Actually, Moore's law says nothing about clock speeds. Moore's Law is the observation that the number of transistors that can be placed on an integrated circuit in an 'inexpensive' way doubles every month.

That said, this game draws very heavily on the CPU, and if you can overclock safely, you may get a bit of extra performance, although don't count on more than 10% or so. And, there is an outside chance that you may fry your CPU, even if you know exactly what you are doing.

For that matter, you may find a better performance gain in getting a good hardware-based sounds card, like a Creative Labs X-Fi, or Audigy / Audigy 2. As far as I am aware, they will pull a fair amount of the processing for the directional sound off the CPU.

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Not how it works if you have an i7.

You can only change the BCLK.

isn't the base clock the front side bus speed?

swore it was crystal clock x multiplier = front side bus speed x multiplier = cpu speed.

like 25x8=200x12=2400

hell all i did on bud's i7 was raise the FSB speed, but they've got those new unlocked i7's so maybe its different on his.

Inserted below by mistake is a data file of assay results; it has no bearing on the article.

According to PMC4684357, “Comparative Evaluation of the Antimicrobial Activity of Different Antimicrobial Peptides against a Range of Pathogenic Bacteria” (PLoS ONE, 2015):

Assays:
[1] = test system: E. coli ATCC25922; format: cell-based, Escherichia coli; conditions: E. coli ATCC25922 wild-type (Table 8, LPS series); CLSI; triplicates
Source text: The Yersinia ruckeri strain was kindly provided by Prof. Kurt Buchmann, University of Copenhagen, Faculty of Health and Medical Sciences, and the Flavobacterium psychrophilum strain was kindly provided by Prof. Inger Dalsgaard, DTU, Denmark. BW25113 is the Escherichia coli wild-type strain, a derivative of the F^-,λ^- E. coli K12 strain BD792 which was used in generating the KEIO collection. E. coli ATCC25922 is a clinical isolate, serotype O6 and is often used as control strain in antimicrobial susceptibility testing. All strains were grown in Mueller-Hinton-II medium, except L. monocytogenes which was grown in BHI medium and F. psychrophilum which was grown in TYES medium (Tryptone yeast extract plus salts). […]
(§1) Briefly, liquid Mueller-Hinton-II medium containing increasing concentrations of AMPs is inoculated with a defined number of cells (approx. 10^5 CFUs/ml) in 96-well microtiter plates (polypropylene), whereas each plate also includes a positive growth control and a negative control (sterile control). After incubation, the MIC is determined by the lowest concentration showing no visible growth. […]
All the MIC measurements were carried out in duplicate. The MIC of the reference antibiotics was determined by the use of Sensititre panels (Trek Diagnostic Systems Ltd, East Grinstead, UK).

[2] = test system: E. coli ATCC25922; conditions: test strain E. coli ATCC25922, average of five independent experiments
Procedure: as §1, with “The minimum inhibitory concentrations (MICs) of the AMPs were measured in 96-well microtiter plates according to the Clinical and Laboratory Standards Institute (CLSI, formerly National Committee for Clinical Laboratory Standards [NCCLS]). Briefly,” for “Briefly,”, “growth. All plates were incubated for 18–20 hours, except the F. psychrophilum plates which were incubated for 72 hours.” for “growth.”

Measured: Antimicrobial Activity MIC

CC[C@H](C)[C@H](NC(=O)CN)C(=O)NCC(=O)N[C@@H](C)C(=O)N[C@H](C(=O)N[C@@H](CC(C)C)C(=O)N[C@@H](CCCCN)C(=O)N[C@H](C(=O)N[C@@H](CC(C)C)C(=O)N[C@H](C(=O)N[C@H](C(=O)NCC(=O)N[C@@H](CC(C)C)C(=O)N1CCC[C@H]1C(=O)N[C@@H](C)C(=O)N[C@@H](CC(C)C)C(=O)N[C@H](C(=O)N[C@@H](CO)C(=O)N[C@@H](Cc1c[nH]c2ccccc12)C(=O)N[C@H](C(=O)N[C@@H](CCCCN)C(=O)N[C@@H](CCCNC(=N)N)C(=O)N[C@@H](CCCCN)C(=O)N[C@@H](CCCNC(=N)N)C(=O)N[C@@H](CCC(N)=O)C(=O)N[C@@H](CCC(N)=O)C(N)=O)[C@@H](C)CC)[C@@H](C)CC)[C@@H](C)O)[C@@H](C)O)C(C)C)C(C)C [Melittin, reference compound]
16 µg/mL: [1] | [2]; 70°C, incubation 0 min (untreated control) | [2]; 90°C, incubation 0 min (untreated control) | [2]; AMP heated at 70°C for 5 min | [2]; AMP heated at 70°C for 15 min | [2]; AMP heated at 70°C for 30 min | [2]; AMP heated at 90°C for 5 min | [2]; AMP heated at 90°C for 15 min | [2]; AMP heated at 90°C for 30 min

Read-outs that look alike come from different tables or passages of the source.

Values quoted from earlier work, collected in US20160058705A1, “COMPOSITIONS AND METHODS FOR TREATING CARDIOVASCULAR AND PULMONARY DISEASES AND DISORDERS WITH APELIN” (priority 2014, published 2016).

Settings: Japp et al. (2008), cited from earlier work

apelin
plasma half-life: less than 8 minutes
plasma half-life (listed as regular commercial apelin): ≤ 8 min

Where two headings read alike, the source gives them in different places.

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Actually, Moore's law says nothing about clock speeds. Moore's Law is the observation that the number of transistors that can be placed on an integrated circuit in an 'inexpensive' way doubles every month.

That said, this game draws very heavily on the CPU, and if you can overclock safely, you may get a bit of extra performance, although don't count on more than 10% or so. And, there is an outside chance that you may fry your CPU, even if you know exactly what you are doing.

For that matter, you may find a better performance gain in getting a good hardware-based sounds card, like a Creative Labs X-Fi, or Audigy / Audigy 2. As far as I am aware, they will pull a fair amount of the processing for the directional sound off the CPU.

Moore's Law actually states that the number of transistors that can be placed inexpensively on an IC doubles every two years, not every month. And it will hold true until about 2015.

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Moore's Law actually states that the number of transistors that can be placed inexpensively on an IC doubles every two years' date=' not every month. And it will hold true until about 2015.[/quote']

Errr, typo. Meant 18 months :)